When a missile or meteor strikes Earth, the havoc above ground is obvious, but the details of what happens below ground are harder to see.
Duke University physicists have developed techniques that enable them to simulate high-speed impacts in artificial soil and sand in the lab, and then watch what happens underground close-up, in super slow motion.
In a study scheduled to appear this week in the journalPhysical Review Letters, they report that materials like soil and sand actually get stronger when they are struck harder.
The findings help explain why attempts to make ground-penetrating missiles go deeper by simply shooting them harder and faster have had limited success, the researchers say. Projectiles actually experience more resistance and stop sooner as their strike speed increases.
Funded by the Defense Threat Reduction Agency, the research may ultimately lead to better control of earth-penetrating missiles designed to destroy deeply buried targets such as enemy bunkers or stockpiles of underground weapons.
To simulate a missile or meteor slamming into soil or sand, the researchers dropped a metal projectile with a rounded tip from a seven-foot-high ceiling into a pit of beads.
During collision, the kinetic energy of the projectile is transferred to the beads and dissipates as they butt into each other below the surface, absorbing the force of the collision.
To visualize these forces as they move away from the point of impact, the researchers used beads made of a clear plastic that transmits light differently when compressed. When viewed through polarizing filters like those used in sunglasses, the areas of greatest stress show up as branching chains of light called "force chains" that travel from one bead to the next during impact, much like lightning bolts snaking their way across the sky.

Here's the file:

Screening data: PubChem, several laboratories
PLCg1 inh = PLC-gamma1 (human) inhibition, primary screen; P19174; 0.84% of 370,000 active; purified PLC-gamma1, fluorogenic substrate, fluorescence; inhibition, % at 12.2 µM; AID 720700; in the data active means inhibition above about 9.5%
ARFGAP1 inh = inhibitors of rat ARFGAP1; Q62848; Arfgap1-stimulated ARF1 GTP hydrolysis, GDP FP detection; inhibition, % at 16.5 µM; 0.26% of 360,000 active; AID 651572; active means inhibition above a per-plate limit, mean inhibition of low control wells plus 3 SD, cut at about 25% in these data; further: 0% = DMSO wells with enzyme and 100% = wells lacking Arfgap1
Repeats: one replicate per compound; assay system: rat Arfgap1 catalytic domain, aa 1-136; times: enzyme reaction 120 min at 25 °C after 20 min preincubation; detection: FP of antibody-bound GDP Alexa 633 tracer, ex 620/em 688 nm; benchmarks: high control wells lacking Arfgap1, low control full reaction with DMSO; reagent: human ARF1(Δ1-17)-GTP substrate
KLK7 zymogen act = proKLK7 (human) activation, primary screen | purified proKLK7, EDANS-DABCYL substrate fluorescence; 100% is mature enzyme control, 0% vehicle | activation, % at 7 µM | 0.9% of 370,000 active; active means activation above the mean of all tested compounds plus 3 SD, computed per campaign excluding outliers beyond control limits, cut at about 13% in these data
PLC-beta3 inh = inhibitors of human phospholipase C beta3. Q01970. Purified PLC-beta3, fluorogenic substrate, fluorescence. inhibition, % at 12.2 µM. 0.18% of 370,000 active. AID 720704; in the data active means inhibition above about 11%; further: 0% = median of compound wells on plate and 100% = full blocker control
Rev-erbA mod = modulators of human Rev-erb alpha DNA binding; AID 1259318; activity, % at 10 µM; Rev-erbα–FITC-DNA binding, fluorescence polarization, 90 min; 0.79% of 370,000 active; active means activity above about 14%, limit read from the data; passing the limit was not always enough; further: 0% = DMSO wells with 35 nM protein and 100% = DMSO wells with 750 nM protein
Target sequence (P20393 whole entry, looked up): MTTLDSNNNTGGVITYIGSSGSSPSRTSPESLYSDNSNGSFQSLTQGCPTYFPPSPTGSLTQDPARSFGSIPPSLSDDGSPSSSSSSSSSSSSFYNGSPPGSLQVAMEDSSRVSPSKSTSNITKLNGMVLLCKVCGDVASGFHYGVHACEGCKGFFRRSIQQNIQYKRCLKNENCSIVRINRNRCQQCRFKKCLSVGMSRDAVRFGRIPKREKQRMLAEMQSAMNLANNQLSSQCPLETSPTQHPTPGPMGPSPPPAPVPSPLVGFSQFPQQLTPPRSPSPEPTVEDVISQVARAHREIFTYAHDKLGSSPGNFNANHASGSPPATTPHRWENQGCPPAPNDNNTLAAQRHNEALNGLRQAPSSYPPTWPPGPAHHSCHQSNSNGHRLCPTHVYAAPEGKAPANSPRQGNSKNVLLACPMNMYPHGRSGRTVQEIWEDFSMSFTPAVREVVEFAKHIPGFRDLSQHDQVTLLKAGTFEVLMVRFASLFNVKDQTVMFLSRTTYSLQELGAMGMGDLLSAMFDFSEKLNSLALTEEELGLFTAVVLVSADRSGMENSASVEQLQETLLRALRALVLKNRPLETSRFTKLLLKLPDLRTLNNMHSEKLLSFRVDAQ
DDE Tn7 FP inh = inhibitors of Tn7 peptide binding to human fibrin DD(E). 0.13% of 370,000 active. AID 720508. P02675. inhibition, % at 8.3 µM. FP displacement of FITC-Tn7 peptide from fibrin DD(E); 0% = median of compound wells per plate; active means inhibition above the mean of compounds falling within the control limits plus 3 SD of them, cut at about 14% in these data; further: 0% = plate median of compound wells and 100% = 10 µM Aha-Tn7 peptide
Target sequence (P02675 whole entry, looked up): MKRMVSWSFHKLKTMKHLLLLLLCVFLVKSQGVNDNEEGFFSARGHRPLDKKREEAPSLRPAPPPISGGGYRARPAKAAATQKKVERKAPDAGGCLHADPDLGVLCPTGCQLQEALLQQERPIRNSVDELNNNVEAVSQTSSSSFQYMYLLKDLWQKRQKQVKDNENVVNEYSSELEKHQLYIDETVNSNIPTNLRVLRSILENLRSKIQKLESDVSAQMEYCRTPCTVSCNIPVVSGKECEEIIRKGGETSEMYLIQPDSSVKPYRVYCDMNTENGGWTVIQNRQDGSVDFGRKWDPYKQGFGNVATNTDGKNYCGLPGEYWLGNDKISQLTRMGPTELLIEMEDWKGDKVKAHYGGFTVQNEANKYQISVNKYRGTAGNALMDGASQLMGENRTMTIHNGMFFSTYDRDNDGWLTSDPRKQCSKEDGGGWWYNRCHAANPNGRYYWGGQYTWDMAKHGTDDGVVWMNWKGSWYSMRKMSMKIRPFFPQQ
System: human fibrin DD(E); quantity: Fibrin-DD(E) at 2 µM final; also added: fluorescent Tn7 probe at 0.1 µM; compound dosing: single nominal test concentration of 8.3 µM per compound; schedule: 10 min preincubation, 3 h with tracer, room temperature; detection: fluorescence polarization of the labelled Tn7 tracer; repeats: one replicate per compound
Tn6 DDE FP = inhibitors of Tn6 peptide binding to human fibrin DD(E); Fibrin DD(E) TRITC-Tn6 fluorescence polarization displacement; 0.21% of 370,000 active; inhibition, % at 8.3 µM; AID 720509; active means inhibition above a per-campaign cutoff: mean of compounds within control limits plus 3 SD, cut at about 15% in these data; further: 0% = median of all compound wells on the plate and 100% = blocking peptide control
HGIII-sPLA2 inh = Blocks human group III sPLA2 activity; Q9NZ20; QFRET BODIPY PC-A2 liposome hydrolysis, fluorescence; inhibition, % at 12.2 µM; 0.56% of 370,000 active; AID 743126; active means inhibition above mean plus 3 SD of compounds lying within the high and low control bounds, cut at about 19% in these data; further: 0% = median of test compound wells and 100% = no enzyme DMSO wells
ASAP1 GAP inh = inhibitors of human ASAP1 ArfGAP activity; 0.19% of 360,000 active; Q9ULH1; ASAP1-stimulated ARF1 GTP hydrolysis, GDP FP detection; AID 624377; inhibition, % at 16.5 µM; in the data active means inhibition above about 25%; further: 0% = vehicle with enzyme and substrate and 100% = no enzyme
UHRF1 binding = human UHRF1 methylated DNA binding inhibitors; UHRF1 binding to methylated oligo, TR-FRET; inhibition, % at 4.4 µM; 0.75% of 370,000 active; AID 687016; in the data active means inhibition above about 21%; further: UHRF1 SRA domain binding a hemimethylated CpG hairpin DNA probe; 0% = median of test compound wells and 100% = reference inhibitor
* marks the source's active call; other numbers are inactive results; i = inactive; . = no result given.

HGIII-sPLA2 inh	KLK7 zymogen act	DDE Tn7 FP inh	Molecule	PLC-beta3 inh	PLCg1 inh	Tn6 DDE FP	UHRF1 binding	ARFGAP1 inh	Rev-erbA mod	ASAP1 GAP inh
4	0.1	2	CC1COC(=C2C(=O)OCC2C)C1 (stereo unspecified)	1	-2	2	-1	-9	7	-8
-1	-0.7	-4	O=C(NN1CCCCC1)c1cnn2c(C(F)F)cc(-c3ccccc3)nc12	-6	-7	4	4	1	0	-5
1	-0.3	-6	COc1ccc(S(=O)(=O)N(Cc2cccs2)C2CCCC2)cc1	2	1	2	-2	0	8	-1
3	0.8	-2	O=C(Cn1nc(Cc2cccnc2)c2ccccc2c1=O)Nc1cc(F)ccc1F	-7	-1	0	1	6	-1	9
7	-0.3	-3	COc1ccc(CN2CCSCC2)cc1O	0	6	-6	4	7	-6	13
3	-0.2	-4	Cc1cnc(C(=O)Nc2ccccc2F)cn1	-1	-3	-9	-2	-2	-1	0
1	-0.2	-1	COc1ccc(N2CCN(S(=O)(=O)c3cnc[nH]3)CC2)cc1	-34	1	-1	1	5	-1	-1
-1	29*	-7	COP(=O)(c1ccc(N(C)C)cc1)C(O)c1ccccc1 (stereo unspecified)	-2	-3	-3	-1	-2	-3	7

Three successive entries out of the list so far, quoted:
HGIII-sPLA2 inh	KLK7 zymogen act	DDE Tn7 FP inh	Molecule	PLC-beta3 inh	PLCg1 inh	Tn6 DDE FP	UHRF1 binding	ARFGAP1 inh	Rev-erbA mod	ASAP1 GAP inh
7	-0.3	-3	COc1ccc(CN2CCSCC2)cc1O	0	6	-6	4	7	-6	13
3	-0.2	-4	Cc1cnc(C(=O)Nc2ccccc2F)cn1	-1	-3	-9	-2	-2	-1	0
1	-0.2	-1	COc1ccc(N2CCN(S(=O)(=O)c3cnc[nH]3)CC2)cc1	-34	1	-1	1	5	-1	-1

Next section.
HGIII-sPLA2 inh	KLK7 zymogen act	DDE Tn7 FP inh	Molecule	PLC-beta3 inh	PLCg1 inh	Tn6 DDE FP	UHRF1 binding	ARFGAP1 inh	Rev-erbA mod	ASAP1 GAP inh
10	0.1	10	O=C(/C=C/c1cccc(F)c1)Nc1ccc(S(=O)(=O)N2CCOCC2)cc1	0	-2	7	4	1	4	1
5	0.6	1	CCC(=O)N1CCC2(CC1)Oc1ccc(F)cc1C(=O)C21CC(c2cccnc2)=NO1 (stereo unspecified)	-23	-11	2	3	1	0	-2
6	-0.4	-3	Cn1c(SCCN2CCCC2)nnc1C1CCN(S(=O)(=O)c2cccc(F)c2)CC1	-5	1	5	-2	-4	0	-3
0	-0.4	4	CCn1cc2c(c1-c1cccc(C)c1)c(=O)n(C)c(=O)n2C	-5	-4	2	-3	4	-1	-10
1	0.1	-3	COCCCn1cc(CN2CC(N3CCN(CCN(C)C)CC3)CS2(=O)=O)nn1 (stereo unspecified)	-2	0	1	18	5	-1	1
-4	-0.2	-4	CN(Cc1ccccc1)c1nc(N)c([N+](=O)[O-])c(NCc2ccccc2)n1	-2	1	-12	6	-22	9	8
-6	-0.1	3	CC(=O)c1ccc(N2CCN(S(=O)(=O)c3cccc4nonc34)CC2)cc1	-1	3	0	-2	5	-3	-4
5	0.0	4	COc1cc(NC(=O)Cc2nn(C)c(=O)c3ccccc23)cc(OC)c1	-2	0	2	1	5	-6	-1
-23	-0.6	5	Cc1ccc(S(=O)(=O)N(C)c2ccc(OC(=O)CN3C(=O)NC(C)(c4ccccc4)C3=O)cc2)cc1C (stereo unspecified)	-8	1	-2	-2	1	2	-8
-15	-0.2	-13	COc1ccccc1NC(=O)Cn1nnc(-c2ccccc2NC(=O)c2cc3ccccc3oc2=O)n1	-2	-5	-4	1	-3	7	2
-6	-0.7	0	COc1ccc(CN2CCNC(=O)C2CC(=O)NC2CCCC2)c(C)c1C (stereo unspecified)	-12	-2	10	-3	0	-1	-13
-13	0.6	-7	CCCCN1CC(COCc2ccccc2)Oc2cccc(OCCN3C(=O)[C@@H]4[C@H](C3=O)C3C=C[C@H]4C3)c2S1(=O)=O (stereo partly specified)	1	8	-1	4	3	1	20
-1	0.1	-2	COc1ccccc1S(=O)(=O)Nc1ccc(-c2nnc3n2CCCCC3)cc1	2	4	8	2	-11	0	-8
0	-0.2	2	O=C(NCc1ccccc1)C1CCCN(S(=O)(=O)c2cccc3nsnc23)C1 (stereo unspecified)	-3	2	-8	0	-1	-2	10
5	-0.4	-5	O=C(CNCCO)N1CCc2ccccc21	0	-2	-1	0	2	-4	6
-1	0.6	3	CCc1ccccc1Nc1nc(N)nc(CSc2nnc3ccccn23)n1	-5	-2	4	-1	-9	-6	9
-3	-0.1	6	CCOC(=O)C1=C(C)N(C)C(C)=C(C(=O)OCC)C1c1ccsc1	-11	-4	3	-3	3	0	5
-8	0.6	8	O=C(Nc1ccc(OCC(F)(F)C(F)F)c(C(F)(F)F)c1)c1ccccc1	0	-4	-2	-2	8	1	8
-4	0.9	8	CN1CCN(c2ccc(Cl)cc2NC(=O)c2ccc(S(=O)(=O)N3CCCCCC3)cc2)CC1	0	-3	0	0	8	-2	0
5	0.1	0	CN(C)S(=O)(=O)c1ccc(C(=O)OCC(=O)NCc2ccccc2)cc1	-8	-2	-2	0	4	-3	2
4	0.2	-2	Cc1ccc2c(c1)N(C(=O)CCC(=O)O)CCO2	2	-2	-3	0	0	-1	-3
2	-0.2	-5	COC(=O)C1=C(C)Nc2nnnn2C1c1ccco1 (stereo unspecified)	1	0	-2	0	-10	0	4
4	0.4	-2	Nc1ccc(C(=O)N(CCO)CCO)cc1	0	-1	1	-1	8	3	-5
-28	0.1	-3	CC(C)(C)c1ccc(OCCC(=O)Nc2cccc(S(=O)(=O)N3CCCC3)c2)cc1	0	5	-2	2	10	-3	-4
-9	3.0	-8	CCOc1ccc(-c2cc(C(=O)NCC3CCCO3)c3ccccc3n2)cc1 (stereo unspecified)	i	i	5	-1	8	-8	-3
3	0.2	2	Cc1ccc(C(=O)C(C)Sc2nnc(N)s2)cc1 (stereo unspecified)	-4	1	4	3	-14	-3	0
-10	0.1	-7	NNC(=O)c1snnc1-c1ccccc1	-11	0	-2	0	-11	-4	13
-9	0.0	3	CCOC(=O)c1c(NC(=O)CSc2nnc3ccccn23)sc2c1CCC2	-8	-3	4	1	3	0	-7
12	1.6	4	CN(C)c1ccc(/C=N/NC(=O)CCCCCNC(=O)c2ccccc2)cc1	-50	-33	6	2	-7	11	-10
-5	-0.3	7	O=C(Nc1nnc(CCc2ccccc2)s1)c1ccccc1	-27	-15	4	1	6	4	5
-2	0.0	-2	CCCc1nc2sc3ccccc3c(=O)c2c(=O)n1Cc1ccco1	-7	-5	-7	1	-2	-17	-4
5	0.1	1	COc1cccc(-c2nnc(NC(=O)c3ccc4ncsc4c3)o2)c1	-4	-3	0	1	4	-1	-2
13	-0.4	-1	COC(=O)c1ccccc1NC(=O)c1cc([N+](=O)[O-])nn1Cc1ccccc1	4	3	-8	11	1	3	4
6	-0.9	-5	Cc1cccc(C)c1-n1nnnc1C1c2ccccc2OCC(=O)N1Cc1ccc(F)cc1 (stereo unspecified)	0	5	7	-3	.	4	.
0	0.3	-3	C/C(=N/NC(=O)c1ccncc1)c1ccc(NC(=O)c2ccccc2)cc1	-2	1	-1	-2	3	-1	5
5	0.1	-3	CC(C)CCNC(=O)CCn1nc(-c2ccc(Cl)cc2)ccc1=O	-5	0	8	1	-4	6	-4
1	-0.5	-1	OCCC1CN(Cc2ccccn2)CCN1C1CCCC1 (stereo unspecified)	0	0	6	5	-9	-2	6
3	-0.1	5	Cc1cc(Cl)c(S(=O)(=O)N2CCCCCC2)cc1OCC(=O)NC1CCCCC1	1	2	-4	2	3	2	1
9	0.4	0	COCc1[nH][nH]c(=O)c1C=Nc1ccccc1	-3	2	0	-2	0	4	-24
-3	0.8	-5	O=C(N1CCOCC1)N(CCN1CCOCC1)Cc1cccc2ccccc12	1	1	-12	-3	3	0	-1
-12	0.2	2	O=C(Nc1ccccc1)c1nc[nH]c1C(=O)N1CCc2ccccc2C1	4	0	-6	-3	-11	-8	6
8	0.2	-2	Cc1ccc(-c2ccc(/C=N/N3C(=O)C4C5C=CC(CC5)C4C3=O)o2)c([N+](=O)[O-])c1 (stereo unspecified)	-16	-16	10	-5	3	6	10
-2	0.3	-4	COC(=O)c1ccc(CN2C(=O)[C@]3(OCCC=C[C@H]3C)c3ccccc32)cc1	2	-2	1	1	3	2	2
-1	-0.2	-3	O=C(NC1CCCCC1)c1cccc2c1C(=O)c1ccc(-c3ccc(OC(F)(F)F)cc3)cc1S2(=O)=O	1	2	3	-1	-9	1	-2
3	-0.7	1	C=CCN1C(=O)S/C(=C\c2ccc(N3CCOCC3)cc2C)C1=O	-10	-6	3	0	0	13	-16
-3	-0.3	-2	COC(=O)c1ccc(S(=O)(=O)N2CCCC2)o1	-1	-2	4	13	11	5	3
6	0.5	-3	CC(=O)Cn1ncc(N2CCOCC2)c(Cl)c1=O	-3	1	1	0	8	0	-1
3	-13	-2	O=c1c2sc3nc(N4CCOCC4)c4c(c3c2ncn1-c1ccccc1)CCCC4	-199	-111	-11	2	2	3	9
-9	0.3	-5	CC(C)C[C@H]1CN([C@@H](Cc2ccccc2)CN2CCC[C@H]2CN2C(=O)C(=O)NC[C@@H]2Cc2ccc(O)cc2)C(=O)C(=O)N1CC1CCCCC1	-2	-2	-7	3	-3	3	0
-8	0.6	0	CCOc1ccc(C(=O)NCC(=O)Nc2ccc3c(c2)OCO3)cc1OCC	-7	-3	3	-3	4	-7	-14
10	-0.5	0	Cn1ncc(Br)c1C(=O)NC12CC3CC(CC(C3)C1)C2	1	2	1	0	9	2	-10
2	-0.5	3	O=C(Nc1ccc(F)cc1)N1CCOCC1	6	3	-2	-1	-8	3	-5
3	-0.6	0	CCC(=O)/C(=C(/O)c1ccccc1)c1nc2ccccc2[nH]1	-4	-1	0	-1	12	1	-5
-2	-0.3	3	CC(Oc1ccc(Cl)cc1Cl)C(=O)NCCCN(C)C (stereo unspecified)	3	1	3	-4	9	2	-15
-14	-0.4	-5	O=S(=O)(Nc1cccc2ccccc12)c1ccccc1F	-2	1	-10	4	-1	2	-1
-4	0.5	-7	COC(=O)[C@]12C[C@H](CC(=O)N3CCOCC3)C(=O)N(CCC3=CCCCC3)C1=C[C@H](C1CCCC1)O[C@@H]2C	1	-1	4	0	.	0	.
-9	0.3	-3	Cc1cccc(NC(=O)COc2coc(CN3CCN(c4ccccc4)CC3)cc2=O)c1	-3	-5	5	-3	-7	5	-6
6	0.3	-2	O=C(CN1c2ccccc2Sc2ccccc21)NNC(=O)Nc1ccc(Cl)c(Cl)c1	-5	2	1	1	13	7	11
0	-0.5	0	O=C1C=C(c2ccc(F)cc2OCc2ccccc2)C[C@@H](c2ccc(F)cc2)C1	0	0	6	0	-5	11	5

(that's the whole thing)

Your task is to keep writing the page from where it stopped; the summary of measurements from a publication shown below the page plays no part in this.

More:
The metal projectile fell into the beads at a speed of six meters per second, or nearly 15 miles per hour. But by using beads of varying hardness, the researchers were able to generate pulses that surged through the beads at speeds ranging from 67 to 670 miles per hour.
Each impact was too fast to see with the naked eye, so they recorded it with a high-speed video camera that shoots up to 40,000 frames per second. When they played it back in slow motion, they found that the branching network of force chains buried in the beads varied widely over different strike speeds.
At low speeds, a sparse network of beads carries the brunt of the force, said study co-author Robert Behringer, a professor of physics at Duke.
But at higher speeds, the force chains grow more extensive, which causes the impact energy to move away from the point of impact much faster than predicted by previous models.
New contacts form between the beads at high speeds as they are pressed together, and that strengthens the material.
"Imagine you're trying to push your way through a crowded room," said study co-author Abram Clark, currently a postdoctoral researcher in mechanical engineering at Yale University. "If you try to run and push your way through the room faster than the people can rearrange to get out of the way, you're going to end up applying a lot of pressure and ramming into a lot of angry people."